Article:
U.S. lawmakers blast Mylan CEO over 'sickening' EpiPen price hikes
By Toni Clarke
WASHINGTON (Reuters) - U.S. lawmakers on Wednesday blasted Mylan NV Chief Executive Heather Bresch for sharply increasing prices for the EpiPen emergency allergy treatment at a congressional hearing in which Republicans and Democrats questioned the reasons behind rising U.S. drug costs.
The House Committee on Oversight and Government Reform called Bresch to testify in the wake of public outrage over EpiPen, whose list price has risen to $600 for a pair of the devices compared with $100 in 2007.
Lawmakers in turn described the actions as "sickening," "disgusting" and showing "blatant disrespect" for American families who can no longer afford the life-saving device for children susceptible to severe allergic reactions.
At several points, they cut off Bresch's efforts to explain the intricacies of U.S. pharmaceutical pricing, including how health insurers and other payers take a percentage of treatment sales.
Several lawmakers noted EpiPen's growing profits over the same period as well as Bresch's annual salary, which has increased from around $2.5 million to more than $18 million. They also faulted the U.S. Food and Drug Administration for moving too slowly to allow competing products to reach the market.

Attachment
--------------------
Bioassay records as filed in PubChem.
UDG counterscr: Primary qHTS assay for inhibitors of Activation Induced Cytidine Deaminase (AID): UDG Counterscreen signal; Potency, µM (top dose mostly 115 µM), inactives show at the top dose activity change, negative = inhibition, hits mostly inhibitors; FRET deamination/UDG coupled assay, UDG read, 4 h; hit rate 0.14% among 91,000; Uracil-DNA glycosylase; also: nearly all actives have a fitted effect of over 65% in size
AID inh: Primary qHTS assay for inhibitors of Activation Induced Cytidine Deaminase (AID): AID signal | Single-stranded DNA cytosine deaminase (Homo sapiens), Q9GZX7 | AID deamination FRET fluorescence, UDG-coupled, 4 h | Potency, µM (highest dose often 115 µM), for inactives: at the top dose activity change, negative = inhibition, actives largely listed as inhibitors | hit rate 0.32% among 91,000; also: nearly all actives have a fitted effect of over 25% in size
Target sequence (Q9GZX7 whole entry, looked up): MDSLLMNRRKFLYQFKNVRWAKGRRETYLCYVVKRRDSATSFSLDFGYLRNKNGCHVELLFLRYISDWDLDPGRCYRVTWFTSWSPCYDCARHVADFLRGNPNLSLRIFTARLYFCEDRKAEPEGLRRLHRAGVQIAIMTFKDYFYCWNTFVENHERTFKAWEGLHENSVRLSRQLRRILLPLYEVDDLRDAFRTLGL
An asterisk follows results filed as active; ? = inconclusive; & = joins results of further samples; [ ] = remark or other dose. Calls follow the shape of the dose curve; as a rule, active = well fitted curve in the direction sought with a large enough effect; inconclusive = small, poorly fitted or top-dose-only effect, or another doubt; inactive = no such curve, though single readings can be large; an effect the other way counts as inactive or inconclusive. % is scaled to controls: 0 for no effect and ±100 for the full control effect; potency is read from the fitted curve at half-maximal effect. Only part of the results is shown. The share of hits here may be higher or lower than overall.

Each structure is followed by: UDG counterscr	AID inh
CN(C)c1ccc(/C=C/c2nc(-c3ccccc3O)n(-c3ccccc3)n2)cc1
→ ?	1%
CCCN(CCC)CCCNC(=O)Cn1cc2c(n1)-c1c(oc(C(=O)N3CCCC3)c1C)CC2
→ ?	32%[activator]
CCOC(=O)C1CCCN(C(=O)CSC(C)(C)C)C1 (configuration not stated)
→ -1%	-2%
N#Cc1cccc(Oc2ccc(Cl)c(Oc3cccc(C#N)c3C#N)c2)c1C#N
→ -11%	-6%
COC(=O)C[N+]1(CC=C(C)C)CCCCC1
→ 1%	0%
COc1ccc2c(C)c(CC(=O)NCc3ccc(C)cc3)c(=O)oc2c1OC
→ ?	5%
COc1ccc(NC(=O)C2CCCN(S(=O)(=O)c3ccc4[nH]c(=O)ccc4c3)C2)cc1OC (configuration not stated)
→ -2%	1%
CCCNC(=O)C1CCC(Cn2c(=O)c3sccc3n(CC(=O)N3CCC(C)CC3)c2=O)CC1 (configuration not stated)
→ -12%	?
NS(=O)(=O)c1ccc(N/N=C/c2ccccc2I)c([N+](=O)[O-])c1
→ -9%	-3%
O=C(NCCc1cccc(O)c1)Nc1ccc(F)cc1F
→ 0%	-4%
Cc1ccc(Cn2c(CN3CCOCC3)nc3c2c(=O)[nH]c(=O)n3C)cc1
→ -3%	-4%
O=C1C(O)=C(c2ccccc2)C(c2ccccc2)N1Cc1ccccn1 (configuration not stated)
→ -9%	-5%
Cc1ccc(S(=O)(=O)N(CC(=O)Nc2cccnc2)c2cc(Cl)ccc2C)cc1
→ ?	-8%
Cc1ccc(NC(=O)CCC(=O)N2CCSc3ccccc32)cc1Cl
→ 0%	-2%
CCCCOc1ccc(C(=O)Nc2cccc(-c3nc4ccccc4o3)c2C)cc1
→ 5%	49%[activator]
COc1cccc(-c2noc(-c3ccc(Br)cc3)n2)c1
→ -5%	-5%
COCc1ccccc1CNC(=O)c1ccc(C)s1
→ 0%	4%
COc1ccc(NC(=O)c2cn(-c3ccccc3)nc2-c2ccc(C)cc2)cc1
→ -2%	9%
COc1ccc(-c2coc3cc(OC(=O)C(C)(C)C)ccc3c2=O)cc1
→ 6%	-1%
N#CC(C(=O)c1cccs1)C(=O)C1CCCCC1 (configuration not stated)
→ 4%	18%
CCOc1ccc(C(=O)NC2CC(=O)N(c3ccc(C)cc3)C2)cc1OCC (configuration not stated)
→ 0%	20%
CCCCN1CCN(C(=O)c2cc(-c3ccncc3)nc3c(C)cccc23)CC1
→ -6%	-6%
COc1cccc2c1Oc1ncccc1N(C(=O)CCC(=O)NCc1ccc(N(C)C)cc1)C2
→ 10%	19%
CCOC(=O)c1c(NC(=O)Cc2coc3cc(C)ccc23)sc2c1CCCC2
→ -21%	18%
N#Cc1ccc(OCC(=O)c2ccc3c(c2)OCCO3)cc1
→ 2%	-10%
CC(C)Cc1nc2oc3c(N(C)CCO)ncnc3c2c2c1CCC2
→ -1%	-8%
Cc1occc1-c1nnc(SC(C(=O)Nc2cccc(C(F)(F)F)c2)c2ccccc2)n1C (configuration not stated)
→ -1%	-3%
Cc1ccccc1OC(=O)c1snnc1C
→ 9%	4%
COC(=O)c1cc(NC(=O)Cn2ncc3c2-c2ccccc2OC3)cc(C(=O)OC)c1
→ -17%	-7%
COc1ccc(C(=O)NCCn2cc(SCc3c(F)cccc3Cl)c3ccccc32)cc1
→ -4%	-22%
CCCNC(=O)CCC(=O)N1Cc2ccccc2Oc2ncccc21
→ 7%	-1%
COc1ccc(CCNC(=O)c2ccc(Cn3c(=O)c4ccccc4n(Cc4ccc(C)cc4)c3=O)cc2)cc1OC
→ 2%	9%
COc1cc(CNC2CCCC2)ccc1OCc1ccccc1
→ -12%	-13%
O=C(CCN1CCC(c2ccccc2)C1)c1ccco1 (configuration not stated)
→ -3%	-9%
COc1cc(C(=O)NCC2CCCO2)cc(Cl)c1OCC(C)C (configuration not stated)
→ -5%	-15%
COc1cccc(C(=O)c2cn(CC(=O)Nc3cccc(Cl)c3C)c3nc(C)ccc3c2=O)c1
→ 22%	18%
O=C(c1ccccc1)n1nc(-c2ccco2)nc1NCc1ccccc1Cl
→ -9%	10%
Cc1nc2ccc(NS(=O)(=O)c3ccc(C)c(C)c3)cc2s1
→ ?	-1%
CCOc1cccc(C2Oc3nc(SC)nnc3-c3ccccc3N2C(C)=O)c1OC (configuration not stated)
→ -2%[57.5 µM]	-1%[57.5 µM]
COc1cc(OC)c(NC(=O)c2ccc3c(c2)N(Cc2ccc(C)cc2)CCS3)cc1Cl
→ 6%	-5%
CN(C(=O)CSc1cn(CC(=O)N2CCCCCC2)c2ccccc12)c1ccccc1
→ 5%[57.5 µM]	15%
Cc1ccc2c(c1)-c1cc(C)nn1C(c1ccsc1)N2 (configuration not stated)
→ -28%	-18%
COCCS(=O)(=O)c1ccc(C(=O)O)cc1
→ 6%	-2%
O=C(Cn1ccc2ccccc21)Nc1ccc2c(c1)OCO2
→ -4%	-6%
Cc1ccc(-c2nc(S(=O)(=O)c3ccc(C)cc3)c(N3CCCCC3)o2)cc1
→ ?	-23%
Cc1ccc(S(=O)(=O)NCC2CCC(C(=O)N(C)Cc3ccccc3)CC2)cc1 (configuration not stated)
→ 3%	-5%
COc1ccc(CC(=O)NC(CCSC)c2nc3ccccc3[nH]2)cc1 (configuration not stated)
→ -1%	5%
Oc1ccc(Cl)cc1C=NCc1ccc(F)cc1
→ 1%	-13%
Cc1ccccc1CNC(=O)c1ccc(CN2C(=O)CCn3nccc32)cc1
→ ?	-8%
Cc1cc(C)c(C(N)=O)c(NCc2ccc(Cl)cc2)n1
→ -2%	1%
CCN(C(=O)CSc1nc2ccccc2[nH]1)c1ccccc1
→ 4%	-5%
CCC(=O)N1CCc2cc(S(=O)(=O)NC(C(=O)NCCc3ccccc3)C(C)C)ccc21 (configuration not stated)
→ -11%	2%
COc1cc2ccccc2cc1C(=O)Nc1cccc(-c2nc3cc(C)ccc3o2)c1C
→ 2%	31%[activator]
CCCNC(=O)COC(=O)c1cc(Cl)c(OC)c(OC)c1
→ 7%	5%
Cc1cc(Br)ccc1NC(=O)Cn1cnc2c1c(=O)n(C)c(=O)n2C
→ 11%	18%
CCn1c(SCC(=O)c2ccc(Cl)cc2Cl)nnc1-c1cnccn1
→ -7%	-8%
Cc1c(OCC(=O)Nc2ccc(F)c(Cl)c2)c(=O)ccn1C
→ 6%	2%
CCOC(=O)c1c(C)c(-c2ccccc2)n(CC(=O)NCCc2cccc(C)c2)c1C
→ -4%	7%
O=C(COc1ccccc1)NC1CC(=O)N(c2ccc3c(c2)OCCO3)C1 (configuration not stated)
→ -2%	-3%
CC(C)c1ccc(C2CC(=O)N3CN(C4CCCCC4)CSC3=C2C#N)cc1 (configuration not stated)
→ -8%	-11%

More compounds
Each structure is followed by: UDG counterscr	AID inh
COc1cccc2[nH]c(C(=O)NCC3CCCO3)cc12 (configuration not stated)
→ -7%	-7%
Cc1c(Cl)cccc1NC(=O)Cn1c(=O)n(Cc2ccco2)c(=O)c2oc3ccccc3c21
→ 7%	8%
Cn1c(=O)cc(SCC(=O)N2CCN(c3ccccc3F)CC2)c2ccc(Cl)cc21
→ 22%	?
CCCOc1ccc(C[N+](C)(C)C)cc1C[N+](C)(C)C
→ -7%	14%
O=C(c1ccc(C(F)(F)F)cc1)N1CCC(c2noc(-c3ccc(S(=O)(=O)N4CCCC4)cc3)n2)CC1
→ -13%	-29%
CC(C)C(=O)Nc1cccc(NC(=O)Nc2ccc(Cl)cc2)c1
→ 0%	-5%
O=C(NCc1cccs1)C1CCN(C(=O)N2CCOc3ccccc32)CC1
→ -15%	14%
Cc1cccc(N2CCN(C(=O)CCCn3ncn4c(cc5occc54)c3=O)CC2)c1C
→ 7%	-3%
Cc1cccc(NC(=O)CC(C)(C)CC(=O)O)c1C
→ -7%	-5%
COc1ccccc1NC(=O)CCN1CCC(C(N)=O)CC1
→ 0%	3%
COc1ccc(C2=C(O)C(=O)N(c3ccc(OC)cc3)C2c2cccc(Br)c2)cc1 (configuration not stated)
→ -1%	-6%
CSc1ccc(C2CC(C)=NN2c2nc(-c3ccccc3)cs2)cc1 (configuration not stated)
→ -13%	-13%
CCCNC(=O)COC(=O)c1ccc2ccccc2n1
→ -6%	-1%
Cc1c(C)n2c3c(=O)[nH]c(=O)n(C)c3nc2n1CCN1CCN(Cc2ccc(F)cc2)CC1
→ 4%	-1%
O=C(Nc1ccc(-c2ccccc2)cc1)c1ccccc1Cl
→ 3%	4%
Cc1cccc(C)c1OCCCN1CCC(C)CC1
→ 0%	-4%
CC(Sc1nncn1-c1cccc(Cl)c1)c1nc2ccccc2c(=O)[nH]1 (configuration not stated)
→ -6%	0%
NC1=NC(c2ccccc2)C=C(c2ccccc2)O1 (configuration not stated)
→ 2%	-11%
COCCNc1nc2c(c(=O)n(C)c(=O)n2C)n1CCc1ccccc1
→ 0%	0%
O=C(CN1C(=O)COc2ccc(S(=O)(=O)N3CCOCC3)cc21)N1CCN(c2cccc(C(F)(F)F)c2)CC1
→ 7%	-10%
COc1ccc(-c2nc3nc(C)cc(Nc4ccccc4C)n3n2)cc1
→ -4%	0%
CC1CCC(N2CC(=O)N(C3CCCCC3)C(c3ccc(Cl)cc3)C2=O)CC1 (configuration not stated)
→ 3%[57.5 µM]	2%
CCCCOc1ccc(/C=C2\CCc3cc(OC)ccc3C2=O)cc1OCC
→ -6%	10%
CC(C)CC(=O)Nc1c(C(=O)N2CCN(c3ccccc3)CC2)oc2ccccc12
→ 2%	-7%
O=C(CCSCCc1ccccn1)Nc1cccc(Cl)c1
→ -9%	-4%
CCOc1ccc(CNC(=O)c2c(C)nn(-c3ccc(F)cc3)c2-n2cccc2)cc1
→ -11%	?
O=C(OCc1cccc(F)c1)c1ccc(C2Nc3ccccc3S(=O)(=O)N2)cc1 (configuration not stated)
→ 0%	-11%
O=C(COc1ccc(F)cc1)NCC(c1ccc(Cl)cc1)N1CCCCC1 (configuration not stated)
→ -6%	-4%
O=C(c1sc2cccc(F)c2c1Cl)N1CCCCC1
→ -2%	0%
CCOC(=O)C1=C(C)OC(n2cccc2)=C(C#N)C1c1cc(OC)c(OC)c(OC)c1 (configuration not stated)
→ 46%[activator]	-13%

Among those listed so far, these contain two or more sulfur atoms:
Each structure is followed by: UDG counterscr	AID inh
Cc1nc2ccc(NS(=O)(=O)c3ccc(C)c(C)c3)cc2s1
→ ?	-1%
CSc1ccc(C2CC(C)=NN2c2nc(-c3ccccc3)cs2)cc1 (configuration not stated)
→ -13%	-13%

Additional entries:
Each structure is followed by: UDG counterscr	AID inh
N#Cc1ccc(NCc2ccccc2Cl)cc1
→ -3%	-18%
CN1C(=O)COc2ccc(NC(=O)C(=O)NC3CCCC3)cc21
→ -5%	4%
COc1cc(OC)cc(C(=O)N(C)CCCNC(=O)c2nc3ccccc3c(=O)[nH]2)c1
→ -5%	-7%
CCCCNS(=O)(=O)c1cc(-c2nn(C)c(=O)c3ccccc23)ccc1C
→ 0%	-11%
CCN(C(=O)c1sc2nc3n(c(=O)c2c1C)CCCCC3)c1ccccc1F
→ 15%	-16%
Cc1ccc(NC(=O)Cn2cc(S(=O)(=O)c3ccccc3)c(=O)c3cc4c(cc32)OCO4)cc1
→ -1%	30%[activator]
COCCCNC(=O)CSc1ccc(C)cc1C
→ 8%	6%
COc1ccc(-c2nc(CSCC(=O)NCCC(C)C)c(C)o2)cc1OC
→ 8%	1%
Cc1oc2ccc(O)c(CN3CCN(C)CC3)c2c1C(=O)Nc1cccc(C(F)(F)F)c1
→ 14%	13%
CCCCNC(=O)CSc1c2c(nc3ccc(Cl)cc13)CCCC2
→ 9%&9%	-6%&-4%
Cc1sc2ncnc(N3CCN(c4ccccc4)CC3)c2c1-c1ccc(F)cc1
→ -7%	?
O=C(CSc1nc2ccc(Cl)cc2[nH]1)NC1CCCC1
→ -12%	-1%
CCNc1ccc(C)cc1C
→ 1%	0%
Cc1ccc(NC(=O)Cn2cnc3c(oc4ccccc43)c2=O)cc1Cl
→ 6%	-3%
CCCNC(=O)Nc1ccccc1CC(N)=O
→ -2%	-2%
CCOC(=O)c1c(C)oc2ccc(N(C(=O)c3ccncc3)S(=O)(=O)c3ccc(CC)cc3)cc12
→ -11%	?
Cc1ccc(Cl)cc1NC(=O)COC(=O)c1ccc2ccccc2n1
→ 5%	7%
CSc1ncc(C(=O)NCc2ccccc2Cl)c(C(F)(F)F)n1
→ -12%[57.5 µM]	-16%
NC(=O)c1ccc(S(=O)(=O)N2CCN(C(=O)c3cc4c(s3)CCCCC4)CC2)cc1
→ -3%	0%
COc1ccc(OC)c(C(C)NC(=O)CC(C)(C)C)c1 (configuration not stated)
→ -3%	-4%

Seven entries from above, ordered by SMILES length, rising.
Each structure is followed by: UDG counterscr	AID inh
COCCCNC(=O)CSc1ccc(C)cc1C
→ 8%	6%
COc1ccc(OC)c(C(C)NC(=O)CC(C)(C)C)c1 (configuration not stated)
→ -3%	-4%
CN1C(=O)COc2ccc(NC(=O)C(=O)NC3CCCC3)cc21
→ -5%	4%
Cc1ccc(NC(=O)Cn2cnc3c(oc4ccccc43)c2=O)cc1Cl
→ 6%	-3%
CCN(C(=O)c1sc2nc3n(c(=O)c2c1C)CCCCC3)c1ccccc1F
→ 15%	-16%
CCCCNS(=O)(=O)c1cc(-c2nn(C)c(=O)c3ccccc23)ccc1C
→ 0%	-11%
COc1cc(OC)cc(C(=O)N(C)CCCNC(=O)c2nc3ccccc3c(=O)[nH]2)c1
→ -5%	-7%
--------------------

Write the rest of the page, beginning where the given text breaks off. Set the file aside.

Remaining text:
U.S. Representative Elijah Cummings, ranking Democrat on the committee, said Mylan "jacked up" the price of the product "to get filthy rich at the expense of our constituents." He questioned whether Mylan would change course in any way following the backlash over its pricing.
"After Mylan takes our punches they'll fly back to their mansions in their private jets and laugh all the way to the bank," Cummings said.
Bresch defended the price hikes, saying that after rebates, marketing costs and other expenses, Mylan earns about $100 for a pair of EpiPens. She emphasized that the company plans a half-price version of the device, that it provides them free to many schools and said that Mylan's generic medications combined have saved the U.S. healthcare system $180 billion in costs over a decade. Continued...